A new business in Minneapolis called the Herbivorous Butcher has made headlines worldwide with its approach to creating and selling meatless meat substitutes.
• Previously: Brother-sister duo opens vegan butcher shop
The brother-sister team behind the shop, Kale and Aubry Walch, are unapologetic in their butcher shop flair. But they've also shone a spotlight on one of the food world's lesser-known corners — the world of faux meat.
James Norton, editor of the online culinary journal Heavy Table, joined MPR News host Tom Crann to talk about vegetarian meats and the Herbivorous Butcher.
This idea of meat substitutes that have plenty of protein — this has been around for a long time. What has the Herbivorous Butcher done, other than be a bit oxymoronic here, to make such a splash?
They're doing a couple of really interesting things. First, when you're dining in the world of vegan cuisine, I think there's a tendency to emphasize the health and the morality of what you're eating at the expense of flavor. I say this as someone who is perpetually curious about new vegetarian and vegan products and always hoping for the best, but I'm kind of regularly disappointed by flavors and textures that are bland, they're washed out, they're kind of artificial, or they're hovering in that accursed place known as the Uncanny Valley. They almost taste like the dish you were hoping to eat, but they fall short in a way that kind of renders them a creepy, zombie-like impostor.
So what is it about their approach, then, that's different?
Well I think they're really taking a culinary approach. You can taste the fennel in the Italian sausage for example. The glaze on the Korean short ribs is a lovely mix of sweet and tangy. The Sriracha brats have a really great well-balanced heat to them. Most of the dishes are based on vital wheat gluten and nutritional yeast with additions like chickpea flour, apple juice, tomato paste. There's a real emphasis on subtle blends of real spices and flavorful foods. If you've had mock duck, you have a sense of what they're up to, but their stuff is considerably more thoughtful from a flavor perspective.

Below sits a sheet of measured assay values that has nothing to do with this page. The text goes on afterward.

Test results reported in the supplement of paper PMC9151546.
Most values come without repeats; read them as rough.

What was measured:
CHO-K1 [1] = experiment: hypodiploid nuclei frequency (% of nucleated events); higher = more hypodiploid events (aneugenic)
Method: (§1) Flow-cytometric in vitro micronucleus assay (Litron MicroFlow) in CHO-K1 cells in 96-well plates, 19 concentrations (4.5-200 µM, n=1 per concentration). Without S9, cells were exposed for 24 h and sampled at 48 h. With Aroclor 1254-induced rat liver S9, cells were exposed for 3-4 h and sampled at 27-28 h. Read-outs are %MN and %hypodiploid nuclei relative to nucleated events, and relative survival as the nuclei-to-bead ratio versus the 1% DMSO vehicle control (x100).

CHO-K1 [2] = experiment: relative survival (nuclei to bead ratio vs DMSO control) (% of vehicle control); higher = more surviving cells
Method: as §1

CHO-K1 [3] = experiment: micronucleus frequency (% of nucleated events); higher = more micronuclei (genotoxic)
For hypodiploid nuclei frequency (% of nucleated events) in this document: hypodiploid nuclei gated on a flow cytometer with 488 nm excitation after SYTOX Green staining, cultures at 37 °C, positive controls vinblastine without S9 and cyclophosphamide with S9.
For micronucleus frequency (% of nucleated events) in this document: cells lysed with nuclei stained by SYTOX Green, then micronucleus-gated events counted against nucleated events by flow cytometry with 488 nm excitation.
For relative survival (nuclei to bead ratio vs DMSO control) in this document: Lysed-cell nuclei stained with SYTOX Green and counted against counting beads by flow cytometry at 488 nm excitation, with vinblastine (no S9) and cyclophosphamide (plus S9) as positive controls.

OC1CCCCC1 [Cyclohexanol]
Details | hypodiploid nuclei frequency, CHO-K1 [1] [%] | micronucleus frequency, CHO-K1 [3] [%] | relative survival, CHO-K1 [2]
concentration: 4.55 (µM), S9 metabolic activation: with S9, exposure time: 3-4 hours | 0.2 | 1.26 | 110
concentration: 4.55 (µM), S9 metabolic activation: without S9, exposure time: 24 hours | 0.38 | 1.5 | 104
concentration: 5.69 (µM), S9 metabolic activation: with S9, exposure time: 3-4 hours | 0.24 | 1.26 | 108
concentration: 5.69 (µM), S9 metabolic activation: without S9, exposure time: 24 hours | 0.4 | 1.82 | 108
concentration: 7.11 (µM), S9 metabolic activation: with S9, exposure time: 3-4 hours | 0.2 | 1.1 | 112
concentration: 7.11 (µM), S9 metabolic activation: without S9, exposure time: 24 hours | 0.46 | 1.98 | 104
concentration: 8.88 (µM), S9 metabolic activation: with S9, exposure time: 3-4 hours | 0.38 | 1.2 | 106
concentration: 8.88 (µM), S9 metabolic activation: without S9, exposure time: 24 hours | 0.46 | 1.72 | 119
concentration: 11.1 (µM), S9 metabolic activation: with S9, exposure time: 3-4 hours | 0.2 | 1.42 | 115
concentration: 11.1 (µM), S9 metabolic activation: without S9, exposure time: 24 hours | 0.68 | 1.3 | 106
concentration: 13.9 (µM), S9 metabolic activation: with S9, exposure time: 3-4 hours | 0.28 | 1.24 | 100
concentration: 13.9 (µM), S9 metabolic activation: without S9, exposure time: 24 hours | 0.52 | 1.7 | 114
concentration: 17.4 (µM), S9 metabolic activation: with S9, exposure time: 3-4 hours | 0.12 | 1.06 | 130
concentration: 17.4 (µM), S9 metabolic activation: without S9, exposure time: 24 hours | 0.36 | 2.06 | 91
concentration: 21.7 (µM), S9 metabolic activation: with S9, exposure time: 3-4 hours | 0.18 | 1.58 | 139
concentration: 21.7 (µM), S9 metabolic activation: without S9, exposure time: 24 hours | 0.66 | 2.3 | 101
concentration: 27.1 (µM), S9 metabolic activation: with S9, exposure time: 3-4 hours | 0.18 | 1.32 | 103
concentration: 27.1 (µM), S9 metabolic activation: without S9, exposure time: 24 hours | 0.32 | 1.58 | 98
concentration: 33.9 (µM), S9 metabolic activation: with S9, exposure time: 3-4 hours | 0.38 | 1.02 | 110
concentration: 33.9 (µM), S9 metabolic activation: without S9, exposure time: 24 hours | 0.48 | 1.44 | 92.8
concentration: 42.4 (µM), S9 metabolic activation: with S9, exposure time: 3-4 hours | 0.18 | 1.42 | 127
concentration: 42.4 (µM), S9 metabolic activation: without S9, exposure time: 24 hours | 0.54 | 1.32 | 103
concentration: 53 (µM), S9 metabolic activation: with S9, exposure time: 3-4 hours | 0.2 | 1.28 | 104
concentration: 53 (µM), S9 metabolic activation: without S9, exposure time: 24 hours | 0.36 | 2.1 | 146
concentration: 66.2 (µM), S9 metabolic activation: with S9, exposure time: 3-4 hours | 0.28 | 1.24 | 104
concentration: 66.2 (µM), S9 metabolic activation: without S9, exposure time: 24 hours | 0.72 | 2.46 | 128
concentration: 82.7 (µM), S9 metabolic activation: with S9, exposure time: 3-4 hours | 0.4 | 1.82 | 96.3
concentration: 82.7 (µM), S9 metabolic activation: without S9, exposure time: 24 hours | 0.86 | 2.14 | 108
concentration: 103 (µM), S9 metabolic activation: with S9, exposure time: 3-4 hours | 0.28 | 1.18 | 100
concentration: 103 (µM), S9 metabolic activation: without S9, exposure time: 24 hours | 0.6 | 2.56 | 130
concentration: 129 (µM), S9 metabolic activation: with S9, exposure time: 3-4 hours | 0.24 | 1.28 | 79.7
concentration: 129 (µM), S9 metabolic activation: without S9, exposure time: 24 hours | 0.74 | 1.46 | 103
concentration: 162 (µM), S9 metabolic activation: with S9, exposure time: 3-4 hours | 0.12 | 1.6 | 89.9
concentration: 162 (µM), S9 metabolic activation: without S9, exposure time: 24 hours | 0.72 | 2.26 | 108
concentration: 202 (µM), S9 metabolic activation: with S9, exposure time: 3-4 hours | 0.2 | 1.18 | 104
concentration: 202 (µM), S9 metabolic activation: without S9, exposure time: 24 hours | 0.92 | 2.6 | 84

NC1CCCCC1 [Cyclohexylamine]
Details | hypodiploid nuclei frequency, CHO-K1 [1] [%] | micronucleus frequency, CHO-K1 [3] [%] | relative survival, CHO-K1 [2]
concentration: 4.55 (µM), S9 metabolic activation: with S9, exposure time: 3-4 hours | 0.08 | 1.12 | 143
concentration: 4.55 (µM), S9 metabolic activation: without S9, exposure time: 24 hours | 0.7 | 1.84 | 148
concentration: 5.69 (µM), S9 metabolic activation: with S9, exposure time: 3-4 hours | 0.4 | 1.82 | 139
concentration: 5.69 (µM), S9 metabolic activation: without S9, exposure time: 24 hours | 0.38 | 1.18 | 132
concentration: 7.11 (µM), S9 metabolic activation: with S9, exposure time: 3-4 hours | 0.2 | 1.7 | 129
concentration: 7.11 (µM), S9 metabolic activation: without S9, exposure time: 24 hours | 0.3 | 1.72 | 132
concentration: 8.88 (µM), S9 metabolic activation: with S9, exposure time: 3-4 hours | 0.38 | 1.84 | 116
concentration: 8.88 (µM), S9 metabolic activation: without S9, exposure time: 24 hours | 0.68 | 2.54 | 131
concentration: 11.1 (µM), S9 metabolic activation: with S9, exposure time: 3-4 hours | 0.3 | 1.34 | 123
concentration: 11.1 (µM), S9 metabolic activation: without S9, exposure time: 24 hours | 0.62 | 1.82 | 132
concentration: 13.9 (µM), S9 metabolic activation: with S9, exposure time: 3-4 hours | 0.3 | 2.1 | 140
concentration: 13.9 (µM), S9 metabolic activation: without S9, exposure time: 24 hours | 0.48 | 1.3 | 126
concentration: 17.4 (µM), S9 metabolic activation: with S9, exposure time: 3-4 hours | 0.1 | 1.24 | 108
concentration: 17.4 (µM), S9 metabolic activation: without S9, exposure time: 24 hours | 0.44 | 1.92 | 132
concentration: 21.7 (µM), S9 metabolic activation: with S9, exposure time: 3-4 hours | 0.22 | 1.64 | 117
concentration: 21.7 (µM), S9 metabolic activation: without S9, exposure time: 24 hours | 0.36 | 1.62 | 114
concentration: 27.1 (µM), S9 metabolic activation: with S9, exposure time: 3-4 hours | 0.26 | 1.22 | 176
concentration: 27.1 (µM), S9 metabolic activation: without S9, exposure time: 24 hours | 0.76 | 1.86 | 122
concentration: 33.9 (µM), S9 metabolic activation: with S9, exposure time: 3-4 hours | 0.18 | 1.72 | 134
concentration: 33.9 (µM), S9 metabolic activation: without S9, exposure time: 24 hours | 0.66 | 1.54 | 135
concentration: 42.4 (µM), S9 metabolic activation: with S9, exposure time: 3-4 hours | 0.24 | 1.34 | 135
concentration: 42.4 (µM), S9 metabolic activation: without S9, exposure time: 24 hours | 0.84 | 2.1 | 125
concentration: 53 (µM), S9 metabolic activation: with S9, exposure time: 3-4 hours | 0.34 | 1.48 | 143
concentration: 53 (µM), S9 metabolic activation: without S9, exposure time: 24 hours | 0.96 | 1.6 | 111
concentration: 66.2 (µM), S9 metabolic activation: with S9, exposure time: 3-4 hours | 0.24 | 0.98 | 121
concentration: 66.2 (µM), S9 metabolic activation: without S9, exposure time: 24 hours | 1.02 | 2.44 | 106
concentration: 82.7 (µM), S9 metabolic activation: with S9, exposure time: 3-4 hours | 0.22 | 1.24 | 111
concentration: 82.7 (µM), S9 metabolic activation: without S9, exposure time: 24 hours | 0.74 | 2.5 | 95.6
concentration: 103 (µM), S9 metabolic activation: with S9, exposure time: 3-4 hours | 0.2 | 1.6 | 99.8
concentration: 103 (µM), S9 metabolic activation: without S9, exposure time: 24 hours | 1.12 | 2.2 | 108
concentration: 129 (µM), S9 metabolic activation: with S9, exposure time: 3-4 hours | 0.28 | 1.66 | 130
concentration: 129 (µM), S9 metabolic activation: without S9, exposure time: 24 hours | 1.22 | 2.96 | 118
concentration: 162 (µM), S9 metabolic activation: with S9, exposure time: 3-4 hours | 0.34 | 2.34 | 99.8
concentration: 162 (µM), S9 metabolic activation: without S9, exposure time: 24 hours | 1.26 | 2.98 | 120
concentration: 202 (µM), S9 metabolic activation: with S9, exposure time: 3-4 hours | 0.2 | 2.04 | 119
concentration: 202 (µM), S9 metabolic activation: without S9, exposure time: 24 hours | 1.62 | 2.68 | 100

Second, I think they're taking on this mantle of meat without any apology. They call the shop a butcher shop, they name all their products after meats directly without the cutesy, punny names that we've come to expect in the realm of alternative meal proteins.
So just to be clear, they are selling things like sausages and chops that you'd get in a regular butcher shop.
Yeah, that's exactly right.
And what does it look like when you go in? Does it look like a butcher shop?
It does. The space is actually really gorgeous. They've got bright white tile walls. They've got a prominent logo, these art-installation-like items of decor like knives and butcher blades, seemingly sunk into the wall, and a great unobstructed view back into the make room where they create the product. They've really gone all out to make it feel like an ultra-clean butcher shop.
You talked earlier about their culinary approach. Tell us about some of the specific things you've eaten that you think work well.
At this point, I've tried five of their dishes. And for each of these names, add your own quote marks if you like. The pastrami, the Korean short ribs, the porterhouse steaks, the Italian sausage, and the Sriracha sausage. They're all good, and actually I would happily eat any of them again, and this is speaking as an omnivore. The real high point for me was the short ribs, which had a lot of soy-hoisin-sesame flavor to them and worked really well in a rice bowl that I whipped up. Now I had mine with a poached egg on top, but it would have been perfectly delicious without.
The pastrami was also surprisingly good. There's a fatty richness that real pastrami will have and this didn't have that, but the spices were totally on point. And with some rye bread and some mustard, after a few mouthfuls I was totally pleased with the experience. I finished my first vegan pastrami sandwich and I had another one the next night.
What about the prices of these compared to the real deal?
Well I think the value prospect is kind of fascinating on this sort of a product. There really aren't a lot of vegan "meats" competing on the same culinary level, so they can kind of name their own price. It's $12 or $15 a pound for a lot of what they're selling. I paid, for example, $9 for four vegan sausages. As an omnivore, even though I like what they're doing, I can endorse their flavors, I probably won't come back all that often with Kramarczuk's selling terrific traditional meat-based sausages right around the corner.
But if I were entertaining vegetarians or vegans — which I happen to do a fair bit — I know this product would hold a lot of interest, and it would be something I'd probably purchase regularly for special home cooked meals and dinner parties.